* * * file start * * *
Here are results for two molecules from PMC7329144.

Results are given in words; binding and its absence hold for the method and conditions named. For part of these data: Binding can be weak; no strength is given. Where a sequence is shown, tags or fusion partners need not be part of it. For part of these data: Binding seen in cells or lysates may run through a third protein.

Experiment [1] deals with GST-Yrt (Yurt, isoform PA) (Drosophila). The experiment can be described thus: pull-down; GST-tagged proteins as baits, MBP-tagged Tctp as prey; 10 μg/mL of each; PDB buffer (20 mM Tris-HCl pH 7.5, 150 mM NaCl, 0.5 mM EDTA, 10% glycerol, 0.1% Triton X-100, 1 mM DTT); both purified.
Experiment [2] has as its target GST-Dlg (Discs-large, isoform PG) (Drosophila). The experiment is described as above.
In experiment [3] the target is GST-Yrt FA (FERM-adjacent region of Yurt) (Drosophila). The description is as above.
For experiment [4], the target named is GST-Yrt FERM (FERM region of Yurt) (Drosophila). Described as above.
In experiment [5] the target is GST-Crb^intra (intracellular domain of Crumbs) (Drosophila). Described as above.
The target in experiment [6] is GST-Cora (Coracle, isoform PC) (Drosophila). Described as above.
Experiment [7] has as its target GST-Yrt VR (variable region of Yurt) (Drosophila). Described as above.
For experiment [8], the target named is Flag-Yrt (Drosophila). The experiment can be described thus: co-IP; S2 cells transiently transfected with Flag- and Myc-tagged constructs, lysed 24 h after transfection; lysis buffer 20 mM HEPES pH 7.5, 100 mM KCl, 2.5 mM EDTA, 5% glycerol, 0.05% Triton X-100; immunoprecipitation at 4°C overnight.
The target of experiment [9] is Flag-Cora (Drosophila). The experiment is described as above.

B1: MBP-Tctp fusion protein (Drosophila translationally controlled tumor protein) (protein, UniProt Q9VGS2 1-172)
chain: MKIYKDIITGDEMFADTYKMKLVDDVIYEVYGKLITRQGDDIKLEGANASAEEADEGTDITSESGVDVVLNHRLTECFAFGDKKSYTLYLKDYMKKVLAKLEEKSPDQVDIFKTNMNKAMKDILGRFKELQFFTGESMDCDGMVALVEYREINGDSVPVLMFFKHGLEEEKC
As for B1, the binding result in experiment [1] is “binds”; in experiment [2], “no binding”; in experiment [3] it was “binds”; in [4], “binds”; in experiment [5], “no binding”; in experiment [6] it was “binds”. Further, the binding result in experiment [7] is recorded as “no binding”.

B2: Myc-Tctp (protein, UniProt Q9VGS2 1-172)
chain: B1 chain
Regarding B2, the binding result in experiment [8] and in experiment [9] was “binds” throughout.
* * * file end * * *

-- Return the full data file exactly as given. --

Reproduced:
Here are results for two molecules from PMC7329144.

Results are given in words; binding and its absence hold for the method and conditions named. For part of these data: Binding can be weak; no strength is given. Where a sequence is shown, tags or fusion partners need not be part of it. For part of these data: Binding seen in cells or lysates may run through a third protein.

Experiment [1] deals with GST-Yrt (Yurt, isoform PA) (Drosophila). The experiment can be described thus: pull-down; GST-tagged proteins as baits, MBP-tagged Tctp as prey; 10 μg/mL of each; PDB buffer (20 mM Tris-HCl pH 7.5, 150 mM NaCl, 0.5 mM EDTA, 10% glycerol, 0.1% Triton X-100, 1 mM DTT); both purified.
Experiment [2] has as its target GST-Dlg (Discs-large, isoform PG) (Drosophila). The experiment is described as above.
In experiment [3] the target is GST-Yrt FA (FERM-adjacent region of Yurt) (Drosophila). The description is as above.
For experiment [4], the target named is GST-Yrt FERM (FERM region of Yurt) (Drosophila). Described as above.
In experiment [5] the target is GST-Crb^intra (intracellular domain of Crumbs) (Drosophila). Described as above.
The target in experiment [6] is GST-Cora (Coracle, isoform PC) (Drosophila). Described as above.
Experiment [7] has as its target GST-Yrt VR (variable region of Yurt) (Drosophila). Described as above.
For experiment [8], the target named is Flag-Yrt (Drosophila). The experiment can be described thus: co-IP; S2 cells transiently transfected with Flag- and Myc-tagged constructs, lysed 24 h after transfection; lysis buffer 20 mM HEPES pH 7.5, 100 mM KCl, 2.5 mM EDTA, 5% glycerol, 0.05% Triton X-100; immunoprecipitation at 4°C overnight.
The target of experiment [9] is Flag-Cora (Drosophila). The experiment is described as above.

B1: MBP-Tctp fusion protein (Drosophila translationally controlled tumor protein) (protein, UniProt Q9VGS2 1-172)
chain: MKIYKDIITGDEMFADTYKMKLVDDVIYEVYGKLITRQGDDIKLEGANASAEEADEGTDITSESGVDVVLNHRLTECFAFGDKKSYTLYLKDYMKKVLAKLEEKSPDQVDIFKTNMNKAMKDILGRFKELQFFTGESMDCDGMVALVEYREINGDSVPVLMFFKHGLEEEKC
As for B1, the binding result in experiment [1] is “binds”; in experiment [2], “no binding”; in experiment [3] it was “binds”; in [4], “binds”; in experiment [5], “no binding”; in experiment [6] it was “binds”. Further, the binding result in experiment [7] is recorded as “no binding”.

B2: Myc-Tctp (protein, UniProt Q9VGS2 1-172)
chain: B1 chain
Regarding B2, the binding result in experiment [8] and in experiment [9] was “binds” throughout.